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It's foolish to think the magic bullet is a red grain.
And it's foolish to think that tinkering with the mash according to a bunch of lies will make your beer better but to each their own, right? After all if the power of self-suggestion works so well for the LODO crowd why shouldn't it work as well or even better for anybody else? :p
 

cmac62

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I haven't tried it, but the first thing that came to my mind is a no boil beer. Mash, chill, pitch, that should get you something different anyway. :mug:
 

beersk

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Locking in that fresh grain flavour is exactly the intention of hot side low oxygen processes. Although I personally didn't care one way or the other for the flavour it brought to the beer from my own LoDo endeavours, I can say it definitely does change the flavour and helps with the 'fresh grain' profile. Anyone who really likes fresh German lagers will appreciate the flavours locked in by low oxygen processes.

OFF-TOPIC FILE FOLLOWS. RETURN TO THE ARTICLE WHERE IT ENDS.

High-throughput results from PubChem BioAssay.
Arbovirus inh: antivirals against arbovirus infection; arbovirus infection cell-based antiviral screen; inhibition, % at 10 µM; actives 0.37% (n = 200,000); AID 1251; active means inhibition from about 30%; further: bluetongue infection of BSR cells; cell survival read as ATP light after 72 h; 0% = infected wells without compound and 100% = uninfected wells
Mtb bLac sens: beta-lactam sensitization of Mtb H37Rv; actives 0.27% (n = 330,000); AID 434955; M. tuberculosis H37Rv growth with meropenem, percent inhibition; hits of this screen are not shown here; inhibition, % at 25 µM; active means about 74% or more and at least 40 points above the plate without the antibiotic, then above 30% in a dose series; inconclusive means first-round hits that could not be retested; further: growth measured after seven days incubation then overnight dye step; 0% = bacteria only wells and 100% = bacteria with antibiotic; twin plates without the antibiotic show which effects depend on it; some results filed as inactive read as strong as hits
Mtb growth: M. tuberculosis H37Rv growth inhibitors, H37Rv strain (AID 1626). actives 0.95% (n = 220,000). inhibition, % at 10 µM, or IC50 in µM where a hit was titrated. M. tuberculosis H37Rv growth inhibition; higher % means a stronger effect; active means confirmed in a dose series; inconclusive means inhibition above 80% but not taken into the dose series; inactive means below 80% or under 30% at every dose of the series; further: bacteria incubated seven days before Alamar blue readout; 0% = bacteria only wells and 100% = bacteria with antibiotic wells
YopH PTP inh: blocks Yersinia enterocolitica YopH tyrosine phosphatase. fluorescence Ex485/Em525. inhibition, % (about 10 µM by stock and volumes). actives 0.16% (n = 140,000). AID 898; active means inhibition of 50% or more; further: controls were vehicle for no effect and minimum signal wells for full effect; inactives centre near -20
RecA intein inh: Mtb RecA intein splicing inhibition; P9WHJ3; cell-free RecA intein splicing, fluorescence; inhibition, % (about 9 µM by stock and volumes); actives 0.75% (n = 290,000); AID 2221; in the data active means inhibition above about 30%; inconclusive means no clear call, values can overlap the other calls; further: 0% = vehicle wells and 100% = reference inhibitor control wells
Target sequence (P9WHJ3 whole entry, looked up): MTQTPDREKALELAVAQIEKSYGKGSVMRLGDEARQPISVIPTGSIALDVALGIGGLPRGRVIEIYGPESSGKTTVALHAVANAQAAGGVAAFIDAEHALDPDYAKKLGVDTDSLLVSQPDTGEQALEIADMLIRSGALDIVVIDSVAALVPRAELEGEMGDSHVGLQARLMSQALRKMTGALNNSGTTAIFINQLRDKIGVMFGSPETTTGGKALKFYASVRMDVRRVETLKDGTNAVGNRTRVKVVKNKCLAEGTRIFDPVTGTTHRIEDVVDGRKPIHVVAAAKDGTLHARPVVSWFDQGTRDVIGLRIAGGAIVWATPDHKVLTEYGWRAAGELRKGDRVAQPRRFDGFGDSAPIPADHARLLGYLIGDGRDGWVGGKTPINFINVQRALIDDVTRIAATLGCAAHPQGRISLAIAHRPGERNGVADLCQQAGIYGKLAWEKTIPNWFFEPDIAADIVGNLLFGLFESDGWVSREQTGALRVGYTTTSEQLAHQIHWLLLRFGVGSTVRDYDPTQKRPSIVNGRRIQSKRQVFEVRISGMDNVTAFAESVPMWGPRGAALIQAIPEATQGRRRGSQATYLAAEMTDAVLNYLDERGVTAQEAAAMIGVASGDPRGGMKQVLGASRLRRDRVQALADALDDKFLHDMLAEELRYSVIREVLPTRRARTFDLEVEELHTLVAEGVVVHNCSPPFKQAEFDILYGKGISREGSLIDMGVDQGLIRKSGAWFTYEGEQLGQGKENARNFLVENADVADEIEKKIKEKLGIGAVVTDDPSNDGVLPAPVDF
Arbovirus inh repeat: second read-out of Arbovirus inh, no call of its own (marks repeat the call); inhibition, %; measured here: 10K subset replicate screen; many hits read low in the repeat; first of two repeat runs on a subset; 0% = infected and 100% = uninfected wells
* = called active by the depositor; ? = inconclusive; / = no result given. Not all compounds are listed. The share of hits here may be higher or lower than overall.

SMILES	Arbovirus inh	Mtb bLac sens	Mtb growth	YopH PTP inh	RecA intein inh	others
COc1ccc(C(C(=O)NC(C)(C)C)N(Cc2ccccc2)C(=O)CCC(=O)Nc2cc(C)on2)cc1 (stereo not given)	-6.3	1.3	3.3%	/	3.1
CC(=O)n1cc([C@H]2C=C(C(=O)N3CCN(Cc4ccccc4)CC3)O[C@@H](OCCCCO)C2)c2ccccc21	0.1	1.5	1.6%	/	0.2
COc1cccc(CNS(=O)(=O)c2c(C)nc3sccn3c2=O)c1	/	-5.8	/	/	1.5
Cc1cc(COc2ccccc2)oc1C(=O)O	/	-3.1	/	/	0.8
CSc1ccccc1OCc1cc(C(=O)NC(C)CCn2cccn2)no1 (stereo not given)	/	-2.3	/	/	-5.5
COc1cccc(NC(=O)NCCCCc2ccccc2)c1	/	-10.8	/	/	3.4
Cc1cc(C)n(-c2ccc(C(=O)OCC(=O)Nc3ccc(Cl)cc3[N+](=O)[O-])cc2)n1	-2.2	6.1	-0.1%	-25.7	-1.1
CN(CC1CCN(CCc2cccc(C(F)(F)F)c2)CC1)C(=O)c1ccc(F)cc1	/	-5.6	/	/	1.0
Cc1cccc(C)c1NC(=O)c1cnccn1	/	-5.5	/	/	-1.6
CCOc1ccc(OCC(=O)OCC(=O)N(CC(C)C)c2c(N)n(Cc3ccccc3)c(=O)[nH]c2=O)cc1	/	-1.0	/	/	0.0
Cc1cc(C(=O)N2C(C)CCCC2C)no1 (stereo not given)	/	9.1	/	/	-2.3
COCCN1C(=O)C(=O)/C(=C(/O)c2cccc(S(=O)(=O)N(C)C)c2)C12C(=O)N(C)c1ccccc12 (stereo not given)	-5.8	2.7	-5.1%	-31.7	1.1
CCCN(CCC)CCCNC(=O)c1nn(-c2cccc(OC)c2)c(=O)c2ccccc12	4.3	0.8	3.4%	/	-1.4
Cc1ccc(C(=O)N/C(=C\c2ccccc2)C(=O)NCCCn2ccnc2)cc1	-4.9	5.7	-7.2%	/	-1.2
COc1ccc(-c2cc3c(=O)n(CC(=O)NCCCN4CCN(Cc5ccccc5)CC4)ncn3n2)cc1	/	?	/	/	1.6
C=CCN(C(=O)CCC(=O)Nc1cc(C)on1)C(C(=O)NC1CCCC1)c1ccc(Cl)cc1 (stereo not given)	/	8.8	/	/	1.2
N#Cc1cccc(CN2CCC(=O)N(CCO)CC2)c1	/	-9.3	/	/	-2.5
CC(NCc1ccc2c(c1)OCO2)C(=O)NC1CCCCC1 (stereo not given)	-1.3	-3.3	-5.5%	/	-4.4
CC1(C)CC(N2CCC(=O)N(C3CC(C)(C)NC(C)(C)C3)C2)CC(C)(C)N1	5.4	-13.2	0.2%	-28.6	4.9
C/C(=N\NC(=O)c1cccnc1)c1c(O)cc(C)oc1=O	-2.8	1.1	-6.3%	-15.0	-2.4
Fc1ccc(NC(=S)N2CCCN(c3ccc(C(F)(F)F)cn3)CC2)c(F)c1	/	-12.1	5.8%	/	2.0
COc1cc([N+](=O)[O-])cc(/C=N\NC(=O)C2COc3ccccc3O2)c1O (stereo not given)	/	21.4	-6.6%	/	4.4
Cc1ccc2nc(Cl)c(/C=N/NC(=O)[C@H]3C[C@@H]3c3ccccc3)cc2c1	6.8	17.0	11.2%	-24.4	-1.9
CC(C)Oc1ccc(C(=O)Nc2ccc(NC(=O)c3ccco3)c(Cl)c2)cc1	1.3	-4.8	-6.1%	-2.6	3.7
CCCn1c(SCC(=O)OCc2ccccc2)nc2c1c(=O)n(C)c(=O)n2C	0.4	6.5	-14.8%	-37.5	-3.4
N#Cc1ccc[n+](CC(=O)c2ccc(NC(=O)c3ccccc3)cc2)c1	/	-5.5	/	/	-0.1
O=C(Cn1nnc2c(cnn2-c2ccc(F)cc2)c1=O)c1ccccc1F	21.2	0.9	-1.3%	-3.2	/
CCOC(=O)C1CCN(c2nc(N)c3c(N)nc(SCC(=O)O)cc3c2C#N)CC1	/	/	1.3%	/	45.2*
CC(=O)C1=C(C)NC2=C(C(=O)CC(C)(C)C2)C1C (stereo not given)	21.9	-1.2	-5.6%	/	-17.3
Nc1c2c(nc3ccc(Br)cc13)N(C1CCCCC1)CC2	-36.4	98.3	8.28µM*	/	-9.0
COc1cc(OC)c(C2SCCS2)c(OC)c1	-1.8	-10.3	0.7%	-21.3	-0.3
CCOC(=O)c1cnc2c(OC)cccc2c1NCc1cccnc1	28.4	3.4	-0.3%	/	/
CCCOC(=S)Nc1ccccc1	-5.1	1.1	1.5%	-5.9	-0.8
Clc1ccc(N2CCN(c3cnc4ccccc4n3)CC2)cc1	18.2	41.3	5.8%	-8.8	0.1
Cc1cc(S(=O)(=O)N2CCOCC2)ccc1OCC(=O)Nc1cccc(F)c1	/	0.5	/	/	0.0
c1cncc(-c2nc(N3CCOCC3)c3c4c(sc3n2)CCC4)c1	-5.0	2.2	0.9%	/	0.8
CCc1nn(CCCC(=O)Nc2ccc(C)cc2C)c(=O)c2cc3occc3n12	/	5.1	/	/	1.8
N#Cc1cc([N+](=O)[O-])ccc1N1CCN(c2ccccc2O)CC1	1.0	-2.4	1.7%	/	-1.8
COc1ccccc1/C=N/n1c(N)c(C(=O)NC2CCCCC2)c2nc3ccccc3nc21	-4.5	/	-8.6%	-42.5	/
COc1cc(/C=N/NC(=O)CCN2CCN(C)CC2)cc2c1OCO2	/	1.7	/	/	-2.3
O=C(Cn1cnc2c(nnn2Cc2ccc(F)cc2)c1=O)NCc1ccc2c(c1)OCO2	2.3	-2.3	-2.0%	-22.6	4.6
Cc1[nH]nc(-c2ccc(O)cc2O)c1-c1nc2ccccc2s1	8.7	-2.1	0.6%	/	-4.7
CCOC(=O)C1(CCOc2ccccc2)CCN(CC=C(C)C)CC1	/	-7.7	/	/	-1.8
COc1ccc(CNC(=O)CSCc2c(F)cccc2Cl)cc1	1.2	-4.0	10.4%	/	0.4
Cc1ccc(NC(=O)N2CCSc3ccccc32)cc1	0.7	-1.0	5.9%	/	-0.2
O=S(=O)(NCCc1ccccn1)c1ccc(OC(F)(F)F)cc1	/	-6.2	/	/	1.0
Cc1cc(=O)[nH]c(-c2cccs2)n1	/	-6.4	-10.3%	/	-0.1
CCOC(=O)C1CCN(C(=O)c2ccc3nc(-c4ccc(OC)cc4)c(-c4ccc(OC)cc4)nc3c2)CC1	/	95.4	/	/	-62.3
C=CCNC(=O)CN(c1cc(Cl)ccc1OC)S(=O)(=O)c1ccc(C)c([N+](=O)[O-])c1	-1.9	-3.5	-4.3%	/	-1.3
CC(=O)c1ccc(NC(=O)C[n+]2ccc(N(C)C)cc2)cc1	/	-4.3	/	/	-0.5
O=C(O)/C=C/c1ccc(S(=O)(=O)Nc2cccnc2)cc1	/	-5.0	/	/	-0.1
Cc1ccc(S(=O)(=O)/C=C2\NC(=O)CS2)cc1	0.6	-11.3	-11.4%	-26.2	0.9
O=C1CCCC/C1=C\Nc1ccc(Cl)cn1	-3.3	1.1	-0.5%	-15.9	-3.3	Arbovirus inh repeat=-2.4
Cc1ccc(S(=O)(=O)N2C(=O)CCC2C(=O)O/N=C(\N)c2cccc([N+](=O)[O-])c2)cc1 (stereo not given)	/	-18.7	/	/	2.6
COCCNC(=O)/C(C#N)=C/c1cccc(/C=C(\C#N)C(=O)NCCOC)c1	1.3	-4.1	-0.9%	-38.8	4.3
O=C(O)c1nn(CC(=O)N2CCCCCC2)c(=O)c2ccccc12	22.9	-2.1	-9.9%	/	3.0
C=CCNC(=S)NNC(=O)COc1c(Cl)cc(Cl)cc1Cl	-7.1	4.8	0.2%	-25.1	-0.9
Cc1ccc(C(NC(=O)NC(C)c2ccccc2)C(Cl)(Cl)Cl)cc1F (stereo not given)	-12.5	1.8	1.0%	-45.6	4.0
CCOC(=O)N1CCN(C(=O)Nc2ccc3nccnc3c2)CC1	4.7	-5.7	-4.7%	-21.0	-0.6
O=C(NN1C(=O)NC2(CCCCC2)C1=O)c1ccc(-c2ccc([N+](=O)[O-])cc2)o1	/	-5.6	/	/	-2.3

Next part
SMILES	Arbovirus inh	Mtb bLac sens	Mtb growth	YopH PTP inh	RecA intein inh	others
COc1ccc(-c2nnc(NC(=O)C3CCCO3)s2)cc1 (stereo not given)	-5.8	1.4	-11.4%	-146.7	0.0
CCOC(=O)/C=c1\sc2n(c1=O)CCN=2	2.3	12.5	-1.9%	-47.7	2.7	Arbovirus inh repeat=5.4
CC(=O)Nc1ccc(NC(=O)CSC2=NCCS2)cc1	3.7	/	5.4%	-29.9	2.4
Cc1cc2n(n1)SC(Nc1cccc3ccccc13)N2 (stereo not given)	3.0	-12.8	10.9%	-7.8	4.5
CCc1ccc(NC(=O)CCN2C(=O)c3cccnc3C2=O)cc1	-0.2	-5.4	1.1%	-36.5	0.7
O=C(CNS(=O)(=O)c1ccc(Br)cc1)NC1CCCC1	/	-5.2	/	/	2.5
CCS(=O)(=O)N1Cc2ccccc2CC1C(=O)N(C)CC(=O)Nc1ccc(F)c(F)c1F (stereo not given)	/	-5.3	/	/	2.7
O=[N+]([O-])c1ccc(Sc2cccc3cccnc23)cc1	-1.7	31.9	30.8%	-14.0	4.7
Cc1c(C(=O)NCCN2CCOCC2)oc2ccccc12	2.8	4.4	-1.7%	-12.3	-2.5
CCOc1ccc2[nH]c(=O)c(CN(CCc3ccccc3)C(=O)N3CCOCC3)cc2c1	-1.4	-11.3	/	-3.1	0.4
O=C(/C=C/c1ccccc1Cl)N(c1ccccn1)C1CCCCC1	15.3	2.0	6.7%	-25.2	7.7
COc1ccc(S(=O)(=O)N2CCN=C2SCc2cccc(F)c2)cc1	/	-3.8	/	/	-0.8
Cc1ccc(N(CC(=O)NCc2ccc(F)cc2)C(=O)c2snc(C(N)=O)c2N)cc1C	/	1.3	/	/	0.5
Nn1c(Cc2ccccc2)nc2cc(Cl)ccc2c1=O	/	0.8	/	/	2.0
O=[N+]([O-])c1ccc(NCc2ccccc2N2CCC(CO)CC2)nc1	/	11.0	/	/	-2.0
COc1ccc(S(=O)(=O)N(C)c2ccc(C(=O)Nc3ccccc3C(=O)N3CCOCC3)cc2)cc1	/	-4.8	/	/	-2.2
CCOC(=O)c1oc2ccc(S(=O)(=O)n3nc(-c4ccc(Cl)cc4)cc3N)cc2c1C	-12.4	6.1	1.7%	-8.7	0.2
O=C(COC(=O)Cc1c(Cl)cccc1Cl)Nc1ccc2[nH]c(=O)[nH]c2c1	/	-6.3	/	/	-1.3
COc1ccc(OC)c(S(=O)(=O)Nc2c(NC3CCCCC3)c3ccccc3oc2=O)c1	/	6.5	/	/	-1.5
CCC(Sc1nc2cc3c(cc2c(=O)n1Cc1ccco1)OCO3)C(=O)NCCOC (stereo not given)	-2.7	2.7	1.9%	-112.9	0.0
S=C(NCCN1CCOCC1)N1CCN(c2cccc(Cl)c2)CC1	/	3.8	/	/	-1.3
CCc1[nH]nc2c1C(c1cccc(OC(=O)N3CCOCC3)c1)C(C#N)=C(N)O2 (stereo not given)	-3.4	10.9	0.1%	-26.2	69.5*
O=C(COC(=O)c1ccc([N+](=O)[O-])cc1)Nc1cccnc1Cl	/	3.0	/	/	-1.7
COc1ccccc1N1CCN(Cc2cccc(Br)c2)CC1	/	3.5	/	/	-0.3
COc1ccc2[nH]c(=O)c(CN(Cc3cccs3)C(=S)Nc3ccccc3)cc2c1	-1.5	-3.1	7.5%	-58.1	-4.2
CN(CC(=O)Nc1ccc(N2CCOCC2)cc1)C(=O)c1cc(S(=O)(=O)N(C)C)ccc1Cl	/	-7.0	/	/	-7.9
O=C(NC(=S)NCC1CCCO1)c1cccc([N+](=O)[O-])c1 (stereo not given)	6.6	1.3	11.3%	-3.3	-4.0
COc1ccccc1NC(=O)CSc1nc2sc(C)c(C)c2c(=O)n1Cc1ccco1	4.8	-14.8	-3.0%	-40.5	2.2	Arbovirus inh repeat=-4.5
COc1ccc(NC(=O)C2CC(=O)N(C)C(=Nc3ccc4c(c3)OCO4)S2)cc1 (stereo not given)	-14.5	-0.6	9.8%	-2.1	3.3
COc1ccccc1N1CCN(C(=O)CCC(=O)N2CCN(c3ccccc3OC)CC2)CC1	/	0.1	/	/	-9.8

For what it's worth, I've never had a German lager (tap, can, bottle) where I've tasted specifically fresh grain. I get more of an almost malted character, kind of like that flavor I get in malted milk balls or malts from DQ. A similar character to that. To me, that isn't fresh grain, more just straight up MALT. I'm not sure that's what the OP is after. And I feel many people who are interested in low O2 brewing thinking that they're going to get that in their beers. It's a little different than that in my experience over the last 4 years with low O2 brewing. Sure, it makes a difference, but will you like that difference? That's the real question.
 

Jayjay1976

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This is what I was afraid of . why can't there just be a malt that gives me this flavour? :eek:
There is, it's called Munich light, try brewing a smash recipe with some Hallertauer to get a good idea of what it offers as a base malt. I'd recommend 1.050-1.060 as a good target OG.
 
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Ksub123

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Hmm, classic brewing discussion.
"Do this, it works 100% of the time."
"I tried that, it doesn't make a difference."

I guess its all a matter of taste. Ill try the easy changes for the low oxygen method. It seems like it will be beneficial regardless. But I really think there is another piece to this puzzle.